If an old boss smears you, hire a detective

By , Correspondent of The Christian Science Monitor

After submitting dozens of résumés to potential employers and getting no response, Paul became suspicious about what his former employer was saying about him.

The New Jersey bank manager, who asked that his full name not be used, hired a detective to find out. He soon discovered that the old boss wasn't saying a word.

"I was laid off after a corporate merger, but the bank refused to respond to requests for a reference by potential employers," says Paul, a 25-year industry veteran. "No one in the banking industry would hire me without a reference, so I finally had to get a job as a substitute school teacher to pay the bills."

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What Paul experienced was a little-used, yet effective smear tactic, says Michael Rankin, chief service officer for Documented Reference Check Inc. (DRC) of Diamond Bar, Calif., one of the biggest companies in the field.

"Devious ex-employers can blow you out of the job market by refusing to respond," he says. "Potential employers can't hire nonverified applicants without risk of leaving themselves wide open for a negligent hiring suit."

Paul took his former employer to court, eventually settling for an undisclosed sum.

Like Paul, thousands of people are turning to "career detectives" to discover what their ex-bosses are saying - or not saying - about them. And since most states allow people to sue over bad references if they can prove that defamation hindered subsequent employment, reference-checking has become big business.

Several companies including Referencesetc.com, Badreferences.com, and Jobreferences.com report a rise in business. DRC subsidiary Badreferences.com, for one, sees a 5 percent increase in business for every 1 percent increase in the unemployment rate. At $50 to $90 a pop to call former employers for references, that equals big bucks for career detectives. On the flip side, pressure from these companies makes employers even less willing to give references, making it difficult for workers looking for new jobs.

"More than a half a dozen reference-checking companies have sprouted up on the Internet in recent years, and it's a growing industry," says attorney Scott Witlin, partner at Proskauer Rose LLP in Los Angeles. "These opportunistic companies are seemingly fomenting litigation by soliciting references and using court reporters to transcribe everything that is said so it can be used in the courtroom."

Of course, these companies couldn't survive if there weren't a demand for their services. So the rise in reference-checking companies raises the question: Are employees just being paranoid?

Not according to an annual DRC survey that examined 1,000 of its 4,000 average monthly client reports. The company documented negative responses from 38 percent of its investigations - a 3 percent increase over last year's study.

While there is no law against giving subjective references, most attorneys advise firms not to offer anything but title and dates of employment.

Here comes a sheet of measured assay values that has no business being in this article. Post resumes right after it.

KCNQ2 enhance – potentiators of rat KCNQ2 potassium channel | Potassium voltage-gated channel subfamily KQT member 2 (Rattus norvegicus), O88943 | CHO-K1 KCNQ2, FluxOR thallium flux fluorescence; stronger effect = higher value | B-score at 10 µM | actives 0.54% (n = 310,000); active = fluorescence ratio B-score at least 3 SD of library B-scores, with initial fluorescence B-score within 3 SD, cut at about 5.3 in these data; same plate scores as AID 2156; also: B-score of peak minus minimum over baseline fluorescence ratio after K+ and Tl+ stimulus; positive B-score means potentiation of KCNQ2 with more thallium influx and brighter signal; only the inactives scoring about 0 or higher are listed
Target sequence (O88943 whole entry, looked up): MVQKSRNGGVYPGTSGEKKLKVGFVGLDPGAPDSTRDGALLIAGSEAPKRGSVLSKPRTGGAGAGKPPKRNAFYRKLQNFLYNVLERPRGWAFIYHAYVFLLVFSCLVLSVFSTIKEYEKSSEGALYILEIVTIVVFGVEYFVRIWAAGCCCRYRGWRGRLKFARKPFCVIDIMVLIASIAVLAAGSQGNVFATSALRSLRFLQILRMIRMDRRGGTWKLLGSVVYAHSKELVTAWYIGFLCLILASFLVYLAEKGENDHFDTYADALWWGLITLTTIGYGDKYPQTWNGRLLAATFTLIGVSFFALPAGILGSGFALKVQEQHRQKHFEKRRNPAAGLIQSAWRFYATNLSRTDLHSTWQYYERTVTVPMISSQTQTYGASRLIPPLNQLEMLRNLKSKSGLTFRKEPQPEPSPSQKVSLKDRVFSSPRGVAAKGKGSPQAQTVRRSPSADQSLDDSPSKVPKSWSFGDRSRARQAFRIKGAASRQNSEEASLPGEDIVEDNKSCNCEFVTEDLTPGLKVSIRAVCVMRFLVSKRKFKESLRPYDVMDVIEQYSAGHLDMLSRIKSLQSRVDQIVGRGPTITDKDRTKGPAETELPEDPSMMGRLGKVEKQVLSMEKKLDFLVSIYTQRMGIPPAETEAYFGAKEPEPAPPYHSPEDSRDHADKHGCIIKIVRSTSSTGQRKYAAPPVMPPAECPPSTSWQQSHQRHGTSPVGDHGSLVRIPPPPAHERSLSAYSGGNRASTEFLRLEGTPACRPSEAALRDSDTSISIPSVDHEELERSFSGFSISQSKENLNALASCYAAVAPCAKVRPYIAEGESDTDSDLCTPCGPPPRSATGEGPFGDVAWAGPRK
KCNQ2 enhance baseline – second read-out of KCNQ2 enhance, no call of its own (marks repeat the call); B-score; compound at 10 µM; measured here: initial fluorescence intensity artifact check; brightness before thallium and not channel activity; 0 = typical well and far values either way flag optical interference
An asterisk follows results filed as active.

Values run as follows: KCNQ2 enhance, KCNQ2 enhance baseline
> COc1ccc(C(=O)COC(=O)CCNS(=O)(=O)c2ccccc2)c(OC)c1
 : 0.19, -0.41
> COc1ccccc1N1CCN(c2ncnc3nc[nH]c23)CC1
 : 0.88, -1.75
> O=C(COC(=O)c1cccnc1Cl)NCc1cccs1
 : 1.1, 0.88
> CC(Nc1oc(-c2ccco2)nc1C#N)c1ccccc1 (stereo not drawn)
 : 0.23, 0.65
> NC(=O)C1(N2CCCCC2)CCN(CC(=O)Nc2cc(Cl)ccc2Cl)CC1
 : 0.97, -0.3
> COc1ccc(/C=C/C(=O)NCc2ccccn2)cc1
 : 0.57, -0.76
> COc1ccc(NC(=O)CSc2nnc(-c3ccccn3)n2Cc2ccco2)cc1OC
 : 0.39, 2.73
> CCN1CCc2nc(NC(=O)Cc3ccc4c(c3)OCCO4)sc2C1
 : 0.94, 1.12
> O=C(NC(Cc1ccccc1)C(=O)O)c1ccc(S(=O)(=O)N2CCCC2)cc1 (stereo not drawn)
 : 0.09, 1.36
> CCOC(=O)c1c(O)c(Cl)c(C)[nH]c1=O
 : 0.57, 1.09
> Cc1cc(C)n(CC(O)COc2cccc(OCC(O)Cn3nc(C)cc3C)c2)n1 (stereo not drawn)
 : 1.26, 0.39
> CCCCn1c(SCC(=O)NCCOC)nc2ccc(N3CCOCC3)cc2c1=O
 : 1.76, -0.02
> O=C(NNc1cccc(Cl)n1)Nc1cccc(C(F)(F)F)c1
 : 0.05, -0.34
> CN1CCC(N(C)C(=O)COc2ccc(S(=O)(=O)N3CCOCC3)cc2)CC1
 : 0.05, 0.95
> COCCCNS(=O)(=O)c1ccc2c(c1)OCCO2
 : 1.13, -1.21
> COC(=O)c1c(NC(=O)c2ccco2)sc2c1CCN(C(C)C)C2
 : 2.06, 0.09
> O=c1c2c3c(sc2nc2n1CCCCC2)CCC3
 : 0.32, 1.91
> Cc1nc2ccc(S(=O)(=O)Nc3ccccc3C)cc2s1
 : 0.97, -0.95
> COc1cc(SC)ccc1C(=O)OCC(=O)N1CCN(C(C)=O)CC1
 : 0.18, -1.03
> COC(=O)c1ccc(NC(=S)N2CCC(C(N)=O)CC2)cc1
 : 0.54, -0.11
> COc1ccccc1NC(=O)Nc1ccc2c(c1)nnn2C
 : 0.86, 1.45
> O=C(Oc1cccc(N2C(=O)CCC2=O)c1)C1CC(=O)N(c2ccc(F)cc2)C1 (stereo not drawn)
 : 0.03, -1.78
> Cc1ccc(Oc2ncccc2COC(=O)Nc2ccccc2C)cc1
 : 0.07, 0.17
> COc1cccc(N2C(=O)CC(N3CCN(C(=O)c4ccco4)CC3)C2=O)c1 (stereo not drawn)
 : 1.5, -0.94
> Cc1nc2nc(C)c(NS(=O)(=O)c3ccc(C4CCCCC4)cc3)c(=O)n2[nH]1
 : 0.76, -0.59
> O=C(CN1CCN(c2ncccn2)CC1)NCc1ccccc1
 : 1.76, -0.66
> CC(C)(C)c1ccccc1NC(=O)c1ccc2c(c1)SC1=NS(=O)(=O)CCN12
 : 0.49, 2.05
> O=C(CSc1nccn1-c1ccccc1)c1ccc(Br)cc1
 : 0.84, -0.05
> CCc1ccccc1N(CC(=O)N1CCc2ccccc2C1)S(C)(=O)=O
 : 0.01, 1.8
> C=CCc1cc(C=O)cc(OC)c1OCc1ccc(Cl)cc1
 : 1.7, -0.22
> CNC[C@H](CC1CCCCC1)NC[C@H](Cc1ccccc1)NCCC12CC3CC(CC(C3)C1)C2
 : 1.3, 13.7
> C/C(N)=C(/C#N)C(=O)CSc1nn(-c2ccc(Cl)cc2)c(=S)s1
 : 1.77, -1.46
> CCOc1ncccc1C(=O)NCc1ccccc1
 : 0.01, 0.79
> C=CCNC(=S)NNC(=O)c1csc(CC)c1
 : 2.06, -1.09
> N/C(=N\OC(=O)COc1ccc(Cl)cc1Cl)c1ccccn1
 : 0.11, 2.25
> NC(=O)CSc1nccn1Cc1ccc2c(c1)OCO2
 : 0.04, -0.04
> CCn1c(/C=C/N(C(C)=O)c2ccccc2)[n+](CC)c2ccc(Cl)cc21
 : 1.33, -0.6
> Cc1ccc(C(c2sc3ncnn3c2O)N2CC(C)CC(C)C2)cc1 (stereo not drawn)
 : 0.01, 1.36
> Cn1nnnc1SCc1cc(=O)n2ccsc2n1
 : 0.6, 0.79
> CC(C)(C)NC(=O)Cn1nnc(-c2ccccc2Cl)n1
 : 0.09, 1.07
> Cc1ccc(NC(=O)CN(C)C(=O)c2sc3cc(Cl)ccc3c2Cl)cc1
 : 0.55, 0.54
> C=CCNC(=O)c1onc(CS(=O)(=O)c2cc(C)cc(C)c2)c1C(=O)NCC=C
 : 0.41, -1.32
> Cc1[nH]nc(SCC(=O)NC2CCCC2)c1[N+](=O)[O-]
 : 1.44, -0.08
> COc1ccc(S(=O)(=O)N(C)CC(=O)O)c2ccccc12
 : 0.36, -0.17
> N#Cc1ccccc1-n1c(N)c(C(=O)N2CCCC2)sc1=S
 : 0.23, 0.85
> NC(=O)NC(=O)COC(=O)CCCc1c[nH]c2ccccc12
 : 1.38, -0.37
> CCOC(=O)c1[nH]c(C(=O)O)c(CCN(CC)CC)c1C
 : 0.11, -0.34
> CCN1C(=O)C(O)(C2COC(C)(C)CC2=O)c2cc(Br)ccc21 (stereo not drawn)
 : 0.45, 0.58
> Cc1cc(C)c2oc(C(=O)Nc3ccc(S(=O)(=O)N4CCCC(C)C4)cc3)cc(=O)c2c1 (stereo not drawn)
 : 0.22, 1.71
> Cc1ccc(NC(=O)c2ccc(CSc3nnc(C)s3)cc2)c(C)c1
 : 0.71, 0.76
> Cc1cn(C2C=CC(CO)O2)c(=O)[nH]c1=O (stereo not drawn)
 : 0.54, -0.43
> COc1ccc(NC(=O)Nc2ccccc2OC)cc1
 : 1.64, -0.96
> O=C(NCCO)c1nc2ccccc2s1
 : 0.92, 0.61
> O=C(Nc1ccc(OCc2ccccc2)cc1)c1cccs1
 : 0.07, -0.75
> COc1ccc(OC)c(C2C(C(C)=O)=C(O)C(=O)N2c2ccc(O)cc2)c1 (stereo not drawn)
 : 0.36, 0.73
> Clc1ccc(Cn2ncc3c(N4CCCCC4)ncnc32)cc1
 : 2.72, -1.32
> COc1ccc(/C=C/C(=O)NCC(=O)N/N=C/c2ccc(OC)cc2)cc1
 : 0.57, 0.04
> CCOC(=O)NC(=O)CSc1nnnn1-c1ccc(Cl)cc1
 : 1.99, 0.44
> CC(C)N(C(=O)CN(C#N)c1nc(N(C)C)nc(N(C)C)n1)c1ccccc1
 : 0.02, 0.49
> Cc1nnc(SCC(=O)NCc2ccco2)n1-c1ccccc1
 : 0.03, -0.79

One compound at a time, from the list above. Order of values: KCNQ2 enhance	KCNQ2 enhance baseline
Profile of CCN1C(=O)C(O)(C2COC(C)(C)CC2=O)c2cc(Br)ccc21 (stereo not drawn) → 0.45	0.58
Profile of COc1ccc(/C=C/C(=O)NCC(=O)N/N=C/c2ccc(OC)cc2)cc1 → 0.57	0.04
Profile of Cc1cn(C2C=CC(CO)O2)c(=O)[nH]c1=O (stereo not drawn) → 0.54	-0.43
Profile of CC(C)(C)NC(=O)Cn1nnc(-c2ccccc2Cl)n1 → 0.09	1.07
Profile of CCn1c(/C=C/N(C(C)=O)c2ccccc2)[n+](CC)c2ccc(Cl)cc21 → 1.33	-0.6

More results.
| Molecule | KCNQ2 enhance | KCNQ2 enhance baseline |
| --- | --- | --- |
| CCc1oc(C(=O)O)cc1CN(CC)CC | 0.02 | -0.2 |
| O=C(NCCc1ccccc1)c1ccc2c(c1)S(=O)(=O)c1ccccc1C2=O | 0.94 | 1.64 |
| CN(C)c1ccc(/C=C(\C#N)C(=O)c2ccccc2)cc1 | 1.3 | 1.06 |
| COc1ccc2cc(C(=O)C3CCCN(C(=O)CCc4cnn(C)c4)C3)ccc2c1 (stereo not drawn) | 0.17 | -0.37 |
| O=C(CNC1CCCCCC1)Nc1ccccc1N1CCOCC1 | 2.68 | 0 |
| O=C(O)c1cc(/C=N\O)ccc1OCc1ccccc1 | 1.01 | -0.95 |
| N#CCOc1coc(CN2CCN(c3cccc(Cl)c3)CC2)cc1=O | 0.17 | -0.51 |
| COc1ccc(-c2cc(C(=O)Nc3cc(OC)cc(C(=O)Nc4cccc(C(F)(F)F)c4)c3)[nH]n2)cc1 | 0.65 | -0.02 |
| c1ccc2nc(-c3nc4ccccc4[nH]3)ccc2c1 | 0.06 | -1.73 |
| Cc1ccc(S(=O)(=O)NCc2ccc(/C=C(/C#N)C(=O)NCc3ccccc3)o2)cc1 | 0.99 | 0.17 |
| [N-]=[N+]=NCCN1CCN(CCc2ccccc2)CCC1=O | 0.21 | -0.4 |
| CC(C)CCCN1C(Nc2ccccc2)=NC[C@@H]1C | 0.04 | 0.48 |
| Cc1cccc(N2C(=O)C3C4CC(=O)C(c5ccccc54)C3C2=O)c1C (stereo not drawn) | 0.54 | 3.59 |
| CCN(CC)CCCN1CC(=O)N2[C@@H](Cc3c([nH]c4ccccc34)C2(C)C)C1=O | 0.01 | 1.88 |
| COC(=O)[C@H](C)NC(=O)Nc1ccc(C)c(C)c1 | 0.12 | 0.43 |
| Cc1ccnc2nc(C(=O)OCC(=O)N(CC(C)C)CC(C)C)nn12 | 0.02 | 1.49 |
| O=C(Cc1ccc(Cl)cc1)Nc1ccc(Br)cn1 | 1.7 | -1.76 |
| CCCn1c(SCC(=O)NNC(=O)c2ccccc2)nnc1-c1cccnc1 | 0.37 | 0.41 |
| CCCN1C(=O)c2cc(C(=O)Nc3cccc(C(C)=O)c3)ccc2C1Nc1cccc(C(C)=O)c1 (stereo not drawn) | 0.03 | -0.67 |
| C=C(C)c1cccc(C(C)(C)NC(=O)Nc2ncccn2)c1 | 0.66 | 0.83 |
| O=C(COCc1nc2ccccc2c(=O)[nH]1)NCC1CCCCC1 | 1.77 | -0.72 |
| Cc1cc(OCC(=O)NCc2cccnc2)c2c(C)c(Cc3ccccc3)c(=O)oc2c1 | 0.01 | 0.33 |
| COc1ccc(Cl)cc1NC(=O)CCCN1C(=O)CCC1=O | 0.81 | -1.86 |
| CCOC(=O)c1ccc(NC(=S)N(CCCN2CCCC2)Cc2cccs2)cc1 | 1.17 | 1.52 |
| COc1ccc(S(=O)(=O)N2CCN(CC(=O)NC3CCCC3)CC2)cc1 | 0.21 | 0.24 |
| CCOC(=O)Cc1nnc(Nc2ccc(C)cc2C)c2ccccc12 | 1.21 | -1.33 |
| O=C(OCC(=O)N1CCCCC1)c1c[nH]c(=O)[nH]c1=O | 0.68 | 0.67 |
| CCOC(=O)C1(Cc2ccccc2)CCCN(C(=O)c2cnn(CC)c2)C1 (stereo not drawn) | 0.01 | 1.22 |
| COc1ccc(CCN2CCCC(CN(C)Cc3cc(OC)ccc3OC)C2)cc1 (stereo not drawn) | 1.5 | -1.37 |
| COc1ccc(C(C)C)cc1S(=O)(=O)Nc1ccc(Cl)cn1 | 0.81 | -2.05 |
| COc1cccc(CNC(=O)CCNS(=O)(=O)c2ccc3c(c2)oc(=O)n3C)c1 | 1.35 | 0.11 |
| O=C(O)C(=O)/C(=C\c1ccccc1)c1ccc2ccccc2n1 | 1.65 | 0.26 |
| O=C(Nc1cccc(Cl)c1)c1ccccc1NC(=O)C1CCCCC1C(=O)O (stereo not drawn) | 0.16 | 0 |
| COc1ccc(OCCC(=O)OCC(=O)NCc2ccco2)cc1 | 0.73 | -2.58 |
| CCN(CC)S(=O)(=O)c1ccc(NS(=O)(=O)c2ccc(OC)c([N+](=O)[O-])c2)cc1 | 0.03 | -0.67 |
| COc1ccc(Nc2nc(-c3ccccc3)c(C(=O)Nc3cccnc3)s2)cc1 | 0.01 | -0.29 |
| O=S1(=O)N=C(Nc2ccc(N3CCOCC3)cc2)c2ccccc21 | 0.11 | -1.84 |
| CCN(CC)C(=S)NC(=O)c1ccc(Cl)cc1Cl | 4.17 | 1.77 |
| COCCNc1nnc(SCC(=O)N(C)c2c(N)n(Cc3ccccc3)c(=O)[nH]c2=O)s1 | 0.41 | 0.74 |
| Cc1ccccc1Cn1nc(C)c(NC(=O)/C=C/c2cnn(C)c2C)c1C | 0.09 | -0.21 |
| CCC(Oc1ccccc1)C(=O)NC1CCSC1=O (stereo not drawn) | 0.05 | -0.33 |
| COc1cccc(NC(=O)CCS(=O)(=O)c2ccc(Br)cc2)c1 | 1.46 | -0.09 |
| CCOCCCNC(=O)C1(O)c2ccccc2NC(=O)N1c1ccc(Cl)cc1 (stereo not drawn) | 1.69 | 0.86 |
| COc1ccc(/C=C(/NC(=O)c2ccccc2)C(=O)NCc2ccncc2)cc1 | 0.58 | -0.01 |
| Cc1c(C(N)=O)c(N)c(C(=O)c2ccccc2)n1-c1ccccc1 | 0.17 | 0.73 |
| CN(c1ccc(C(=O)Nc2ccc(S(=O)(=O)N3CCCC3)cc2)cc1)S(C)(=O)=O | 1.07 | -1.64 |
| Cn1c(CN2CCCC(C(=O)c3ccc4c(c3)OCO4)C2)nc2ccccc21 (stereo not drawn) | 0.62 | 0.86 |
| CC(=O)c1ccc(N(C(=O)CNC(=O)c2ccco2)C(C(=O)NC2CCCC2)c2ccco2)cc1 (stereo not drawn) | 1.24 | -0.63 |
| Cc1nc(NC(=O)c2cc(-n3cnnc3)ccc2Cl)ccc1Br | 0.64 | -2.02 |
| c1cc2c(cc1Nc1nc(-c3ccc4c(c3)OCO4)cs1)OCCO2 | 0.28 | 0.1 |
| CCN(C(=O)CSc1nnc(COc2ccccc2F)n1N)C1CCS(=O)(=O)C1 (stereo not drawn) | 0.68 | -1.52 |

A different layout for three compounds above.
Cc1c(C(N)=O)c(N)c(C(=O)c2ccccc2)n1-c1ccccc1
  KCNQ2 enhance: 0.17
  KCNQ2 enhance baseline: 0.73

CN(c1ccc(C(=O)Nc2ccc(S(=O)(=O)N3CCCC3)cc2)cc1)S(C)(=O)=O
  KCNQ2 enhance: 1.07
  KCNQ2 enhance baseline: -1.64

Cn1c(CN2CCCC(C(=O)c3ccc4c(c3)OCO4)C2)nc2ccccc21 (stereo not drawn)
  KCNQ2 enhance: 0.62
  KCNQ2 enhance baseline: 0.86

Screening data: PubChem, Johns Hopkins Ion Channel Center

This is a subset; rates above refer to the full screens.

"It's not worth the risk of litigation," says Jonathan Wilson, chairman of the labor and employment law section of Haynes and Boone LLP in Dallas. Mr. Wilson says fired workers are winning million-dollar defamation lawsuits against former employers who allegedly gave bad references.

Despite the increase in reference- related defamation suits, 39 percent of employers still provide more than the neutral dates of employment and job title, according to the DRC study. Nine percent had inaccurate records and another 6 percent refused to respond. The study also revealed that businesses in Texas were most likely to defame an employee, followed by companies in California and New York.

Some reference detectives are still surprised at how angry some bosses get at former employees. "People are vindictive," says Heidi Allison, a partner in the reference-checking company Allison & Taylor Inc., the parent company to Jobreferences.com. "Sometimes they let their emotions take over and say things that they shouldn't."

Ms. Allison recalls one client who was dating her boss and decided to break up with him. So he made her worklife miserable until she eventually quit. The old boss spoke in a friendly manner to reference checkers but then ended the calls by saying "It's too bad she's dyslexic" - which was not true.

Allison says other ex-bosses put the reference checker on hold, saying, "let me get the file and see what I can legally say about this case," which gives the impression that the worker sued the former employer - a move that typically scares off potential employers.

Reference-checking companies sometimes send threatening letters to the old bosses demanding that they cease and desist with the libelous comments. Others refer clients to attorneys who use the documented reports as a basis for defamation suits.

Legal experts say fired workers are on a winning streak with lawsuits against former employers and this new wave of defamation suits over bad references is having a chilling effect on human resource departments.

"Unfortunately, most companies won't give references anymore," says attorney Matthew Grabell, principal of Grabell Associates LLP in Hackensack, N.J. "Employers are backed into a corner for fear of these defamation suits and that hurts good employees who need a reference to find their next job."

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